What happens if a pupil, student, or staff member’s lateral flow test result is positive?
Individuals who return a positive lateral flow test result must self-isolate immediately and take a confirmatory PCR test. If the PCR test returns a positive result, the individual must continue to self-isolate and follow NHS Test and Trace guidance. They should also inform their school or college of the positive result. A confirmatory PCR test is crucial as it activates contact tracing, which reduces the spread of the disease. If an individual does not take a PCR confirmatory test, they must self-isolate for ten days and inform their contacts to self-isolate in line with public health advice.
Why cannot staff and, students test themselves at home, rather than this having to happen in school?
Work is ongoing to develop more testing options, including the use of LFDs at home for staff and students.
Are secondary schools and colleges to receive supplies of PCR test kits for those who return a positive LFD test?
PCR test kits will be supplied to secondary schools and colleges. Any individual who receives a positive LFD will be provided with a confirmatory PCR test kit to take at home. They will not be expected to take the PCR test in school/college and should return home to self-isolate immediately.
What happens if a school or college does not have an appropriate space to do this?
Schools and colleges will receive funding to support them with testing costs incurred. A total of £78m has been made available. The Department for Education anticipates the primary costs incurred by secondary schools and colleges will be additional staffing costs. However, they may also spend the funding on any relevant additional non-workforce costs incurred to set up to deliver testing (for example: mirrors, installing temporary hardcovers on carpets to facilitate cleaning; extra cleaning and waste disposal). Where a school or college is still having difficulties in finding suitable space, they should contact the helpline to discuss further options of support that might be available.
How will mass testing be administered in a SEND context and will there be any additional support or resources for special schools or those with a high number of SEND pupils and students?
The Department for Education has provided guidance on delivering mass testing in specialist settings.
What consideration is given to administering the test for SEND pupils and students or those with co-ordination issues who physically will not be able to manage this due to poor fine motor skills? Will the Test assistant be able to do the test for them?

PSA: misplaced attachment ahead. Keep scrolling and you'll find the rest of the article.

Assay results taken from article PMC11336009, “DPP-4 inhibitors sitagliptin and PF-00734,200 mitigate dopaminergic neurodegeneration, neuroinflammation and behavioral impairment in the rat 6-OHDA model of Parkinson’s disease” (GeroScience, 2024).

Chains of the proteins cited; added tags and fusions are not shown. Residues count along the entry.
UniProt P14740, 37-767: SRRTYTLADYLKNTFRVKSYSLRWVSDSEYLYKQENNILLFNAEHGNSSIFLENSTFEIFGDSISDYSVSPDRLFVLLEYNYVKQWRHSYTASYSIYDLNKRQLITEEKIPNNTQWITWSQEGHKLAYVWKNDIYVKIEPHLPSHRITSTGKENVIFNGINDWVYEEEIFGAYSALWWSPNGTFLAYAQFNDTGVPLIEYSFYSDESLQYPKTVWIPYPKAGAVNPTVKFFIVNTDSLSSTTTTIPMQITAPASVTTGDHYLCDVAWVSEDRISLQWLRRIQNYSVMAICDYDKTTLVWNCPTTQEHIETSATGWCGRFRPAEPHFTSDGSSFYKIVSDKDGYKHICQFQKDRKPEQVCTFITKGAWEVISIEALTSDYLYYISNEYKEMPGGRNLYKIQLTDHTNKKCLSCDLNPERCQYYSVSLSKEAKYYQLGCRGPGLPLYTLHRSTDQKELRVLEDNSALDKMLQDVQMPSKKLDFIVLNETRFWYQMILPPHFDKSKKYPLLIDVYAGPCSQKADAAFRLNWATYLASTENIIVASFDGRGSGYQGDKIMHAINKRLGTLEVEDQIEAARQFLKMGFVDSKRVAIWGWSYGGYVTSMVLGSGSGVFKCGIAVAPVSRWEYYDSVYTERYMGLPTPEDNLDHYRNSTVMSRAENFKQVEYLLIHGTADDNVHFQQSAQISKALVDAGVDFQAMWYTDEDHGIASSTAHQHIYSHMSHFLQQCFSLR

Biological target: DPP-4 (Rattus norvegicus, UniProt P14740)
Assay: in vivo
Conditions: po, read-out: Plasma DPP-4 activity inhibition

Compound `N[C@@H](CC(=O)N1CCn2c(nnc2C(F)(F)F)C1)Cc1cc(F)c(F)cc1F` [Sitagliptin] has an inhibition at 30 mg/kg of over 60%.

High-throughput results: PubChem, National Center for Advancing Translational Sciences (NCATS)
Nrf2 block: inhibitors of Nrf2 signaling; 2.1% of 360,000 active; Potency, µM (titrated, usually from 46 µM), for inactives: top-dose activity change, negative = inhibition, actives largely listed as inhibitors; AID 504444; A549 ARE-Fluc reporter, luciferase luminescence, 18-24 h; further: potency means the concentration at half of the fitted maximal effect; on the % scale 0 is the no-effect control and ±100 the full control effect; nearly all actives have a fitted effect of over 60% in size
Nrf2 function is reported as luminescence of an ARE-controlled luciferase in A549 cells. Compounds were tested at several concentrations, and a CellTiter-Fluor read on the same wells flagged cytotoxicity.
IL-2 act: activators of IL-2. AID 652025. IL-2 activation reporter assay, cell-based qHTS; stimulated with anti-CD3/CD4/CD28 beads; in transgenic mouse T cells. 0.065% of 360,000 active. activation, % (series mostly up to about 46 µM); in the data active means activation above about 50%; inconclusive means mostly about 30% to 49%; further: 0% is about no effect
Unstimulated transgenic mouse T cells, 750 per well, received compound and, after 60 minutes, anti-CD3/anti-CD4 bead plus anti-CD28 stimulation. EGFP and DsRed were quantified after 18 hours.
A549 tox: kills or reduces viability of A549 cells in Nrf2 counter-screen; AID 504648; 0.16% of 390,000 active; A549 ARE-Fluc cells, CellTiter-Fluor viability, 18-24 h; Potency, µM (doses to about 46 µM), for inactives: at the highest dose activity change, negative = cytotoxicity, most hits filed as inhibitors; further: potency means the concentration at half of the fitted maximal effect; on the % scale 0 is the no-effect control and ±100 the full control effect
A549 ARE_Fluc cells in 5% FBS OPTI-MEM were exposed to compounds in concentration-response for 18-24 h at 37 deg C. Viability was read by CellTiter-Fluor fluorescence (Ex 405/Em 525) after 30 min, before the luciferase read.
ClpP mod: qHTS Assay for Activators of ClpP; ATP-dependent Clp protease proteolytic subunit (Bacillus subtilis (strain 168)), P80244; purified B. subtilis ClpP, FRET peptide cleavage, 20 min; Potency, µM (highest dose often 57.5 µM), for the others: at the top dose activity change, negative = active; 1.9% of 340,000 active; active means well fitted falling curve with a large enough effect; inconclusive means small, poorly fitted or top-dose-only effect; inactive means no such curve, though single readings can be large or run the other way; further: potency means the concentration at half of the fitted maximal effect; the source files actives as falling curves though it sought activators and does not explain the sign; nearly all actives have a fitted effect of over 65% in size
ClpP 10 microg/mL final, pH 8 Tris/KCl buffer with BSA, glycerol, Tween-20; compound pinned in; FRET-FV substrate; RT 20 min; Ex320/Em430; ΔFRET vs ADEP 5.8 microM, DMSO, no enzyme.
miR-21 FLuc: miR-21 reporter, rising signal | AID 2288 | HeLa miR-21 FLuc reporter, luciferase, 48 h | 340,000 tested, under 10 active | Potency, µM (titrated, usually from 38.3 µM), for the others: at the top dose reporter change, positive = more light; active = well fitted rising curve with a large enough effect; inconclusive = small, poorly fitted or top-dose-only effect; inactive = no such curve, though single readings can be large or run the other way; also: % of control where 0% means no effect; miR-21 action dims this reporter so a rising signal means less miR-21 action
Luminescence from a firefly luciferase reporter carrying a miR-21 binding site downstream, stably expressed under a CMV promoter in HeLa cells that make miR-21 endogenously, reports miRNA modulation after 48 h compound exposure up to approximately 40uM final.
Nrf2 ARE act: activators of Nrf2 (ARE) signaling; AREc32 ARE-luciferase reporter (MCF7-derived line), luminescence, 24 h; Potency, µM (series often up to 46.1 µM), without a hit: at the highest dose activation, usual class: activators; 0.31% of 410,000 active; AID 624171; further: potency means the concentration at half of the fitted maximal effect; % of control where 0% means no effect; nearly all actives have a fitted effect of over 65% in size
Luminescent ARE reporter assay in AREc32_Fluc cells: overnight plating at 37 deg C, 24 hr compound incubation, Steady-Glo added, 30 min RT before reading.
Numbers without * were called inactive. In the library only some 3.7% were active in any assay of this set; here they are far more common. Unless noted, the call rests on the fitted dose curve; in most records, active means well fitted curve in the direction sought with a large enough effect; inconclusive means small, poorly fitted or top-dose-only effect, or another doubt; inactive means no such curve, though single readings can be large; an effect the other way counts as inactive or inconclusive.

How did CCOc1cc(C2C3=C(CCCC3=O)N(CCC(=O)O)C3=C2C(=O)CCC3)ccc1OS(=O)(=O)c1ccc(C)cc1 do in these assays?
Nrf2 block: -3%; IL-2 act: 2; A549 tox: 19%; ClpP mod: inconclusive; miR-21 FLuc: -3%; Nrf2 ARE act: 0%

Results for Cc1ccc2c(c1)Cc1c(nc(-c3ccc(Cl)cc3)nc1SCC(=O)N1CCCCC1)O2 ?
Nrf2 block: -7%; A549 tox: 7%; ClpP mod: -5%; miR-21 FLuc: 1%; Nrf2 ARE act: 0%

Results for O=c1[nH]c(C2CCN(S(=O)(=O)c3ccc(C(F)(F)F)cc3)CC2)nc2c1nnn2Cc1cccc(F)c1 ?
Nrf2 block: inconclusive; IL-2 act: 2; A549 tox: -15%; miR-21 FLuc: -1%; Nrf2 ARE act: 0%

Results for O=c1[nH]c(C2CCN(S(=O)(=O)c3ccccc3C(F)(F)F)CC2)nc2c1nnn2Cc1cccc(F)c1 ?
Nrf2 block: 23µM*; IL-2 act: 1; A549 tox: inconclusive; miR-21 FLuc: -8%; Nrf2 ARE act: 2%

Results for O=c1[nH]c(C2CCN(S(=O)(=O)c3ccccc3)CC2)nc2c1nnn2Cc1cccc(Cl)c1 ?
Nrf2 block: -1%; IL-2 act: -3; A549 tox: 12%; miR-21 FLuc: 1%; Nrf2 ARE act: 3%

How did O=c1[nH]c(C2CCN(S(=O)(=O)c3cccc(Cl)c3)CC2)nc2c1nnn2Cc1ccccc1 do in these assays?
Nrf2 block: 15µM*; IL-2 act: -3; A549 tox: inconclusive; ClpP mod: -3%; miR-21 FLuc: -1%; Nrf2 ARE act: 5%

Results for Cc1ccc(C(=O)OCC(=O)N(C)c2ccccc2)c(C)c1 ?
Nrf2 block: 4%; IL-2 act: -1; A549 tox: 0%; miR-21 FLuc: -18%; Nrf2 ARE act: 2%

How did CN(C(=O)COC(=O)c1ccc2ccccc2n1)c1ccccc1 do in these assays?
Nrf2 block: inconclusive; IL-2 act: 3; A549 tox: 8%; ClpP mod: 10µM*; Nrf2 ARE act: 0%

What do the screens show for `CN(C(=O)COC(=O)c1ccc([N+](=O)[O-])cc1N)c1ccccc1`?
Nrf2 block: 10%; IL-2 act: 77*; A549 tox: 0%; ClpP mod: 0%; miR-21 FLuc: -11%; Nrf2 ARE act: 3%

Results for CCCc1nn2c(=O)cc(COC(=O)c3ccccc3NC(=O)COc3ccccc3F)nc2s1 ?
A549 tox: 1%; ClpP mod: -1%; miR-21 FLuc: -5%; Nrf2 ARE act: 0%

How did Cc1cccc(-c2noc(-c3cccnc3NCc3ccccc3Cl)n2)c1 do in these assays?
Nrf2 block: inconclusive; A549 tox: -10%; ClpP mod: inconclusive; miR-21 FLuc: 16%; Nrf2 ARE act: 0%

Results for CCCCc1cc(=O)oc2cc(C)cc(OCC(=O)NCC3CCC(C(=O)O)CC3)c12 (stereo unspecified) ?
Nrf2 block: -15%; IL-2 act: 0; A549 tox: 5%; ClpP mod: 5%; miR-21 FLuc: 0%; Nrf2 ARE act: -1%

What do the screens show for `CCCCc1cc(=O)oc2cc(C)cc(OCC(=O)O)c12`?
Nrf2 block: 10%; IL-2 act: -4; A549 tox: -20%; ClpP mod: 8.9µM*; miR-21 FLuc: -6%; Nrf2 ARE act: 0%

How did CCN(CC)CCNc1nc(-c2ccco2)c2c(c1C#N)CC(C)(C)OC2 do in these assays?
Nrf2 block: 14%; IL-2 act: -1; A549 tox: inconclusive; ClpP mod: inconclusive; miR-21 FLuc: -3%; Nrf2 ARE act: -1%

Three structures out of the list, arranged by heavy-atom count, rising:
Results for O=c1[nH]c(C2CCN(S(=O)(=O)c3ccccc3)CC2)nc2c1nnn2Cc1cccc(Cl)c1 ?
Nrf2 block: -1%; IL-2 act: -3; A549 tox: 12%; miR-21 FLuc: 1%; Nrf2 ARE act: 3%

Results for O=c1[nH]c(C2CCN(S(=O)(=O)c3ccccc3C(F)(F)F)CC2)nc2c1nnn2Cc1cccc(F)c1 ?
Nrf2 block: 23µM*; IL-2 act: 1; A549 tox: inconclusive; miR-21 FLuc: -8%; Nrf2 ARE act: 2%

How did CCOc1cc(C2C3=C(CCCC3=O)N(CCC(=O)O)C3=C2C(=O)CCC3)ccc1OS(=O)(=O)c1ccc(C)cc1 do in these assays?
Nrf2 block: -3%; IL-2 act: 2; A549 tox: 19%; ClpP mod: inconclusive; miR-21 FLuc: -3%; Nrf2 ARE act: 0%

Special schools and specialist colleges have a range of staff to meet pupils and students’ health needs. These staff already have undertaken various training to support health needs and could provide support taking swabs for those who cannot self-administer. “Support for pupils who are unable to self-swab may be available. Clinical support would be for children and young people whose physical and health needs prevent them from administering their own test, and where parents and/or existing school staff cannot assist.”
What about student with SEND who will not be able to manage a self-swab who are in a mainstream school?
Support for pupils who are unable to self-swab may be available if there are no suitable staff to administer tests. Clinical support would be for children and young people whose physical and health needs prevent them from administering their own test, and parents or existing school staff cannot assist.
In some cases, the individual may wish to have a trusted adult from the setting to supervise the self-swab of the test. The setting may also wish to consider whether it would agree in exceptional circumstances to a parent coming into the setting to support their child to self-swab or to swab their child. This might be a reasonable adjustment for the testing of a child or young person with a disability, for example.
Is there to be priority testing for SEND pupils and students?